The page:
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MAP: More than 1,000 Colorado child care providers are currently closed. At least 1,200 are open. Find out where they are.

Ann Schimke | Chalkbeat

More than a quarter of the child care centers and home-based providers that serve Colorado children 0-5 are currently closed, reflecting the unprecedented fallout of coronavirus on one the state’s most financially fragile industries.

That data — while incomplete because some providers haven’t yet reported their status to the state — paints a preliminary picture of Colorado’s child care landscape in the wake of the pandemic. It shows that at least one-third of providers statewide are open right now, with wide variations between counties.

With child care a key factor in whether parents can return to work, both public and private sector leaders will likely watch the numbers closely in the coming months.

The new source of child care data came about after thousands of providers temporarily closed when coronavirus hit. Some followed the lead of local school districts in closing their doors while others said they followed guidance from public health authorities.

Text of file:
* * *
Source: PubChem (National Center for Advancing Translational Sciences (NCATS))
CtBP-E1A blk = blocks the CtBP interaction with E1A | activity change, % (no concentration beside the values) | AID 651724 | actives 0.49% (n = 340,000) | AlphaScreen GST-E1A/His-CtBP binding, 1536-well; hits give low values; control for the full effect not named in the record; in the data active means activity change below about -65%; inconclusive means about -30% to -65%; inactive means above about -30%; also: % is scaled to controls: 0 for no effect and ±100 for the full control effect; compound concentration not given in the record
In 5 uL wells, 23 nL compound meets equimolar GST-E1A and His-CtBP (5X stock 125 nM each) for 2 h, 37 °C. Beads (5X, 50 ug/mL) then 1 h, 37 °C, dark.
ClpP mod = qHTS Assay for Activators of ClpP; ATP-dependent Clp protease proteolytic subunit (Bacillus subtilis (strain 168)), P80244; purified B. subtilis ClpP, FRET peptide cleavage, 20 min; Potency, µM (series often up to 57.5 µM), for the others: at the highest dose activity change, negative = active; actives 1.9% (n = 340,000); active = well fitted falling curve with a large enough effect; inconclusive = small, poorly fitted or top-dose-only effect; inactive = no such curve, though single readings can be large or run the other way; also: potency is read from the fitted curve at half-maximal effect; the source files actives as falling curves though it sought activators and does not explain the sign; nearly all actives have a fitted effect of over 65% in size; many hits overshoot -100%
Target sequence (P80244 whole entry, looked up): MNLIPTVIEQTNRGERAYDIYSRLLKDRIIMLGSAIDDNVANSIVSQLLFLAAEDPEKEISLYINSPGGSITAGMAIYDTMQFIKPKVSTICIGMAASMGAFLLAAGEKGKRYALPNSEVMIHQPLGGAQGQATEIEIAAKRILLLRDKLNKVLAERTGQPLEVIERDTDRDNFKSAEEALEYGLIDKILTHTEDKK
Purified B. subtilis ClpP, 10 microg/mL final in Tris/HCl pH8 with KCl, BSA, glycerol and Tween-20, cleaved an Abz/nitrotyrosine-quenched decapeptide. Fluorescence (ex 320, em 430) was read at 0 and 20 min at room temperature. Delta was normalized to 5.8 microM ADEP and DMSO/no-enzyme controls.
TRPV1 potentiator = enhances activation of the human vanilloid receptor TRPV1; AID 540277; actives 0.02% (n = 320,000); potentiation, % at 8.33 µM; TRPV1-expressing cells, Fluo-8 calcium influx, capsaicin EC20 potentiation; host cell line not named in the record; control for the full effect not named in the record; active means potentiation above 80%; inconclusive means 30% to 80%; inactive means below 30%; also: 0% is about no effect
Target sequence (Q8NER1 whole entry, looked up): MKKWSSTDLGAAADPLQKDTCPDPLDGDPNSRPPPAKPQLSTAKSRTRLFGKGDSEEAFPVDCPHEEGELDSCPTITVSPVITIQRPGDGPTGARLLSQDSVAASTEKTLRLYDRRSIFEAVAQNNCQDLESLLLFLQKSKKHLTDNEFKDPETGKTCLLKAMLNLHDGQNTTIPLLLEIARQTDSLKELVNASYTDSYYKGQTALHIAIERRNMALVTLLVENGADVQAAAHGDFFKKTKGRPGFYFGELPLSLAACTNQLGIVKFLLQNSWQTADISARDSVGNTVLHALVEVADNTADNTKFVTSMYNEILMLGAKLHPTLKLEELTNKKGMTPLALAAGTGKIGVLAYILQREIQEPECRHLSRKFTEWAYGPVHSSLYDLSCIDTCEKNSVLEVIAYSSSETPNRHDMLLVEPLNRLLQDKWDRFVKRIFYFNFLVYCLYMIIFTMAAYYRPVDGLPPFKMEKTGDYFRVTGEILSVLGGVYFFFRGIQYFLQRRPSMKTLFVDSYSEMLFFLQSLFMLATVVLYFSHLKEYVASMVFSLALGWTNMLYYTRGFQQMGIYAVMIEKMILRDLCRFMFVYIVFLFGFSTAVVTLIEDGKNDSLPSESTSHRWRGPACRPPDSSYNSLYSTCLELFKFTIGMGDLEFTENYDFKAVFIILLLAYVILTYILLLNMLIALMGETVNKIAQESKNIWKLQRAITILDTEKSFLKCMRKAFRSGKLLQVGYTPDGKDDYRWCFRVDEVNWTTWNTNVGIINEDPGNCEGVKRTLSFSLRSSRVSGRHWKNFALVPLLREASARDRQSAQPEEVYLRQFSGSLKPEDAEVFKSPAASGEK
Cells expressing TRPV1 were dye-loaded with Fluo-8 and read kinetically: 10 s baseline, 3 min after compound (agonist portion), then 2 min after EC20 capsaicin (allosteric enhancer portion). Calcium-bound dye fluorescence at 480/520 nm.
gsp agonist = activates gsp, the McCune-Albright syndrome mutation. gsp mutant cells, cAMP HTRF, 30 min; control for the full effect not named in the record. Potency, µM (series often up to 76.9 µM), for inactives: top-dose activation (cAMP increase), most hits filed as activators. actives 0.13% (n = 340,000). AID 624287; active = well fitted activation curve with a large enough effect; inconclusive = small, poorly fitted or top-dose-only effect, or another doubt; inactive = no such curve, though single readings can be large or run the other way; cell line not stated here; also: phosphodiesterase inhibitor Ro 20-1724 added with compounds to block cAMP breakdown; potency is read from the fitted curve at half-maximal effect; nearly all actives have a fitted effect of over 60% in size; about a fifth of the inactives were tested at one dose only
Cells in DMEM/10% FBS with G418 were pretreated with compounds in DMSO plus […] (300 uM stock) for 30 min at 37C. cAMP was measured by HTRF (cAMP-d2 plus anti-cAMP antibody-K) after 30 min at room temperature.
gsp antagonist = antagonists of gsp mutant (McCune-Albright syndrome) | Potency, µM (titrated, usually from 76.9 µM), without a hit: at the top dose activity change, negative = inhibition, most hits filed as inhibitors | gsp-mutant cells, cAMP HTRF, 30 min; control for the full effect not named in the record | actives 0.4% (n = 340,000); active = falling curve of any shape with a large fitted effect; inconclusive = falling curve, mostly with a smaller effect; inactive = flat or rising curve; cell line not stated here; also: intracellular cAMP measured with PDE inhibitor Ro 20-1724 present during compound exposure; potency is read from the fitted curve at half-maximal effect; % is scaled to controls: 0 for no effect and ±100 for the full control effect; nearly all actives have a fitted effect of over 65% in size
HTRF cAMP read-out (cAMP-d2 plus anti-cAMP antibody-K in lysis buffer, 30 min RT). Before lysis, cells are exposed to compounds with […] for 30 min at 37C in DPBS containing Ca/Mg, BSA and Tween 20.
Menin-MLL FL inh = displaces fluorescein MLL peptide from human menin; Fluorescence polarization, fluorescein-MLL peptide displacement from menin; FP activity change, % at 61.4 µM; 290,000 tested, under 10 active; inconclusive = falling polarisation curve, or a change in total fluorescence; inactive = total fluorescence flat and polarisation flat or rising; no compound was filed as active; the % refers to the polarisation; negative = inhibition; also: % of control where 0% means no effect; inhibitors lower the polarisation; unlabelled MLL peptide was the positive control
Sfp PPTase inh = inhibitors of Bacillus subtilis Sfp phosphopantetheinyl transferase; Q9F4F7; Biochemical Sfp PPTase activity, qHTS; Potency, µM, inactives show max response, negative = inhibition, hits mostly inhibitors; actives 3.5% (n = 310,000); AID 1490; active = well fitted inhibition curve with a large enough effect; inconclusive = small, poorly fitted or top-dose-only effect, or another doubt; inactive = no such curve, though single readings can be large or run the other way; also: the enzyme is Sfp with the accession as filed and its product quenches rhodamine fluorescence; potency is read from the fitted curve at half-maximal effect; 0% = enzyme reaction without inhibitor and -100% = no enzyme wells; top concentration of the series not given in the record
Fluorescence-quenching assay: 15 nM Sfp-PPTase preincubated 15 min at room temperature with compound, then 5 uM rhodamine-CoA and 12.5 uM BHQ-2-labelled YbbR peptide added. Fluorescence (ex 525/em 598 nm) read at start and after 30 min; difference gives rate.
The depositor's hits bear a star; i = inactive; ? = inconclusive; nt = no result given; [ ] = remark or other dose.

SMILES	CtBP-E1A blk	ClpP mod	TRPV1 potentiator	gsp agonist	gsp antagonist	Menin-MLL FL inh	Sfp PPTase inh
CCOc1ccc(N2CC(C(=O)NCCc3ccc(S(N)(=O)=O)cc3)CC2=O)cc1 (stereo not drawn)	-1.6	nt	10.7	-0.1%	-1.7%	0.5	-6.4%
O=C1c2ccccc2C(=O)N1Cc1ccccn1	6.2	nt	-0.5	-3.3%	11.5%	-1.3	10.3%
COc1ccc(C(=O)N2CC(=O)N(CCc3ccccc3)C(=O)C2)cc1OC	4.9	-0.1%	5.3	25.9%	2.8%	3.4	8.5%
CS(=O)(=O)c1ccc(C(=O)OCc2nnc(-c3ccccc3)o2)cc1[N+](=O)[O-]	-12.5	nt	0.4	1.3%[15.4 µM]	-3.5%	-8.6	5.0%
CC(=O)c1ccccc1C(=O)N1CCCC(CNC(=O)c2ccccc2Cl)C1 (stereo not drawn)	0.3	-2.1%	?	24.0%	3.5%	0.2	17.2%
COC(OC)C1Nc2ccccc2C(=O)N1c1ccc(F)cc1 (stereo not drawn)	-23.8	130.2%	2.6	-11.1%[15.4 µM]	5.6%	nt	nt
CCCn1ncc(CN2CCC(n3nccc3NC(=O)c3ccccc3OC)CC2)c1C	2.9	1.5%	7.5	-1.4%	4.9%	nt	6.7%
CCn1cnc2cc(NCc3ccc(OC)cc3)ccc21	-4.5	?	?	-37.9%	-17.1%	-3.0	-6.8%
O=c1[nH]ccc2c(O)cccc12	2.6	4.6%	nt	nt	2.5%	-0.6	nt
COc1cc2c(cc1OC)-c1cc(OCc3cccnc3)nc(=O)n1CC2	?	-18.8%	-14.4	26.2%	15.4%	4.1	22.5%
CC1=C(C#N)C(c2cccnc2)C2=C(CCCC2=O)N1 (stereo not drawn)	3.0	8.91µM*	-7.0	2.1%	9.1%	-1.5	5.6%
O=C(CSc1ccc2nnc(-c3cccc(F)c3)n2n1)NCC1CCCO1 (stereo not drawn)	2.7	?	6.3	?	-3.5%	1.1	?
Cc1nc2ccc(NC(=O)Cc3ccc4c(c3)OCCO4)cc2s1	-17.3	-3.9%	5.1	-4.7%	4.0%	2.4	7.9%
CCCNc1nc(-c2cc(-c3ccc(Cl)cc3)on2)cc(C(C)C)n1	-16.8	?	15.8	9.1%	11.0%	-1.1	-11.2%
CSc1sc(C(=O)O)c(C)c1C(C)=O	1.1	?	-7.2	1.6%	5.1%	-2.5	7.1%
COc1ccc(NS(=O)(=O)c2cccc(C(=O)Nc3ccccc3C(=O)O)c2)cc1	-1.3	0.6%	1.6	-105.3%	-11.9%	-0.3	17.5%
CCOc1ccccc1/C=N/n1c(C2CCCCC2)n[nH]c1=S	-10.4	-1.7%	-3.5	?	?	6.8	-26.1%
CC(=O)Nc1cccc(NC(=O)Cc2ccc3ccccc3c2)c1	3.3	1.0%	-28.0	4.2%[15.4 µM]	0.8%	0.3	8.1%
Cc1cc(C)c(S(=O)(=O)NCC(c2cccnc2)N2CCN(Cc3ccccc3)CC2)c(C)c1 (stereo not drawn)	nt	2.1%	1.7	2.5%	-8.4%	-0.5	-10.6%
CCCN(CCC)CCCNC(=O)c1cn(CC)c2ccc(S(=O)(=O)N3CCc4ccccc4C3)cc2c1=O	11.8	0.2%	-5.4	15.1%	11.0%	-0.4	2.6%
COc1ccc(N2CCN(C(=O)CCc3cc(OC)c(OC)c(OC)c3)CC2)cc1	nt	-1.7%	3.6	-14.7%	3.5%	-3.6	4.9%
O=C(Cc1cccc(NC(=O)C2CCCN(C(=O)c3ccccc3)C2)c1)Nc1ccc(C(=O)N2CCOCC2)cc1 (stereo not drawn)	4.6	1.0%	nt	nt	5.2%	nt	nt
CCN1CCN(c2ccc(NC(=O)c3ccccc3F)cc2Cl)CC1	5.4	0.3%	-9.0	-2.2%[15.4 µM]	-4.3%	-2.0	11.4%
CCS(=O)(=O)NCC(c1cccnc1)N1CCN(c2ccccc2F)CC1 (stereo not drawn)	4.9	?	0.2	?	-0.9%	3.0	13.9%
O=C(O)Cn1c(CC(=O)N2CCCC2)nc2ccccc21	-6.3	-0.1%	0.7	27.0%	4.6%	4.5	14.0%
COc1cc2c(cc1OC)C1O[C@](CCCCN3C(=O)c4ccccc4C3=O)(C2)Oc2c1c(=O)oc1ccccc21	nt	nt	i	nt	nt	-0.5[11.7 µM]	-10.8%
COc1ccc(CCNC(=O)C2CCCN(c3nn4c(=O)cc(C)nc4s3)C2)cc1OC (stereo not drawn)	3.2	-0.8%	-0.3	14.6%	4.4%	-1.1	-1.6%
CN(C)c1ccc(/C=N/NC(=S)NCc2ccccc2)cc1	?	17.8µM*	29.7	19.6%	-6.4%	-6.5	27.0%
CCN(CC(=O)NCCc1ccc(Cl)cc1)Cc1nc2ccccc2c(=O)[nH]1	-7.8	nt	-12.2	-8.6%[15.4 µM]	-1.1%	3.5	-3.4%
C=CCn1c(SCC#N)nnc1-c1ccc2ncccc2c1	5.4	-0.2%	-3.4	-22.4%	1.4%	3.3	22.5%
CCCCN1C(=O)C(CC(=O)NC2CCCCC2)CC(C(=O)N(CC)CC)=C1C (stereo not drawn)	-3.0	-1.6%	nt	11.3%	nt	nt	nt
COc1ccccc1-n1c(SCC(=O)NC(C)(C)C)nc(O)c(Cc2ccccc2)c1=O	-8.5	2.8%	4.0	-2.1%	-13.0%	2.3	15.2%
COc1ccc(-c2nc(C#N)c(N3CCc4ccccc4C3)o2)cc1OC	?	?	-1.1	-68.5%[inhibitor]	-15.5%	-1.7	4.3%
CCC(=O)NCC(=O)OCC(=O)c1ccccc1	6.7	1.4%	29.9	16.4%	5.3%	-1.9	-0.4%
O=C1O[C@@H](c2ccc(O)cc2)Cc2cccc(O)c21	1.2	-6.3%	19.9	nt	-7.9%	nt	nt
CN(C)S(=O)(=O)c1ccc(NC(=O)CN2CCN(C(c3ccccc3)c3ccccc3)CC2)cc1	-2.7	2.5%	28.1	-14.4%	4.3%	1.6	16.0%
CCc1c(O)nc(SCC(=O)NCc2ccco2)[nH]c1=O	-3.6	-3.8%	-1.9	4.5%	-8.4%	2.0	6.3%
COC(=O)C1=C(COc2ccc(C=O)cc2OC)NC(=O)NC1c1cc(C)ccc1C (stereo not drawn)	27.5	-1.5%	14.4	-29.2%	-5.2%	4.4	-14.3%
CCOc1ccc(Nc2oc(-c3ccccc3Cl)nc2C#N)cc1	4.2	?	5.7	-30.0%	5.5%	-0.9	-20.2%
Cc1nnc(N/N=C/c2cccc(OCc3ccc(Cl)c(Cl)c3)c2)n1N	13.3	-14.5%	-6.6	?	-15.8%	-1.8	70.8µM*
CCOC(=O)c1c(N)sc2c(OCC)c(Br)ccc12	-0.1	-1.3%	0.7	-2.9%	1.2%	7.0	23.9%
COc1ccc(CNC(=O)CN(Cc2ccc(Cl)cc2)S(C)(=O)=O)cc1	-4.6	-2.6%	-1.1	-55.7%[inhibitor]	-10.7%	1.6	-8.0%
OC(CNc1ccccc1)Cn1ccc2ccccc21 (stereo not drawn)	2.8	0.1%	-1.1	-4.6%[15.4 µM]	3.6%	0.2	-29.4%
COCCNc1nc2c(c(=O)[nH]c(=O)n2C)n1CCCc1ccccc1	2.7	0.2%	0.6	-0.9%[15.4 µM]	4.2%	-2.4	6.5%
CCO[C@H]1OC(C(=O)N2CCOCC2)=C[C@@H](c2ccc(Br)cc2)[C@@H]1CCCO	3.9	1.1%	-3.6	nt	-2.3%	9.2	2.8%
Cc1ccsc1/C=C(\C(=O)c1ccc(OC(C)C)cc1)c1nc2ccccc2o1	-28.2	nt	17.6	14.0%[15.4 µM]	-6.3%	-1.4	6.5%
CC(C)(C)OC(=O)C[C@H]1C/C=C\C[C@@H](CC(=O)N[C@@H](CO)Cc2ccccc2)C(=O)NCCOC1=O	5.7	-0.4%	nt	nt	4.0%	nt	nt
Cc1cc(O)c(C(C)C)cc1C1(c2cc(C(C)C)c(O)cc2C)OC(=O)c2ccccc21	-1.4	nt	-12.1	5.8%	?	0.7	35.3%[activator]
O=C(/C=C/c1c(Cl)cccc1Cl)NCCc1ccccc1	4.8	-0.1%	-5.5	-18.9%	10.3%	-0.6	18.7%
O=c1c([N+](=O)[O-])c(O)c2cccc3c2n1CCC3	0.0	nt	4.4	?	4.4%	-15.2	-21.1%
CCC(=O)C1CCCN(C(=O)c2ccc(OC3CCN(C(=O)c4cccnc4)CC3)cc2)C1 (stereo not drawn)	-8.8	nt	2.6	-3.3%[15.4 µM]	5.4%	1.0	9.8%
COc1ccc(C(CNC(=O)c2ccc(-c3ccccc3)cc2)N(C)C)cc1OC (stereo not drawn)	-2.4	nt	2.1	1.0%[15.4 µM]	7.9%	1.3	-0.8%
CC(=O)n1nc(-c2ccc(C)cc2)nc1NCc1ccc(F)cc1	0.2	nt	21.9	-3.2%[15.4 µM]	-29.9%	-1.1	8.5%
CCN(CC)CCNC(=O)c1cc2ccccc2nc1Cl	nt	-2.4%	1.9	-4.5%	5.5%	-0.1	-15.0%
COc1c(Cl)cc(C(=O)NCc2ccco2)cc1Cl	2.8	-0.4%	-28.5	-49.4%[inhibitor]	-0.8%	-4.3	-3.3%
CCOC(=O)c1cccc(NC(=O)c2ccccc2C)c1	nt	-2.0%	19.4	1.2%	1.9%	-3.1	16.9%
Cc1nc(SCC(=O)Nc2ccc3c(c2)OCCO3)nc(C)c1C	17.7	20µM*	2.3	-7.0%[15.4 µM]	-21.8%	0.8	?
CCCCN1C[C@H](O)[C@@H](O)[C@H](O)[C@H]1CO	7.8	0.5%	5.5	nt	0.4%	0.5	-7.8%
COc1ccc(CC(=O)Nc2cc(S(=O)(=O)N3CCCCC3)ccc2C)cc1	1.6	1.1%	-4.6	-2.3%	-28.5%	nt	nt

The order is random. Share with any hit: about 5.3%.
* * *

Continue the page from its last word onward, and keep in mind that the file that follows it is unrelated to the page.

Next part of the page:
State officials at the Colorado Department of Human Services rushed to find a way to keep tabs on who was open and who wasn’t — and what their greatest needs were. Within weeks, the department created a new online portal where providers could update their open-closed status, cite their reasons for closing, and provide other details, such as supplies or staff they’re lacking. (The state collected data from all kinds of child care providers, but this story and map reflect only data for providers who primarily serve babies, toddlers, and preschoolers.)

State leaders said the portal allows the state to efficiently collect information from providers during emergencies, whether a pandemic, flood, or wildfire. Besides helping track trends, it can also highlight trouble spots where, say, providers need help getting cleaning supplies or other aid.

“The idea is to make it really worth the providers’ time to give us this information,” said Erin Mewhinney, director of the state’s Division of Early Care and Learning at the Colorado Department of Human Services. “I do expect that we’ll have more providers respond as time goes on.”

While a small number of Colorado child care providers have recently decided to close permanently because of coronavirus-related health or financial worries, those numbers are collected separately and are not part of this data.

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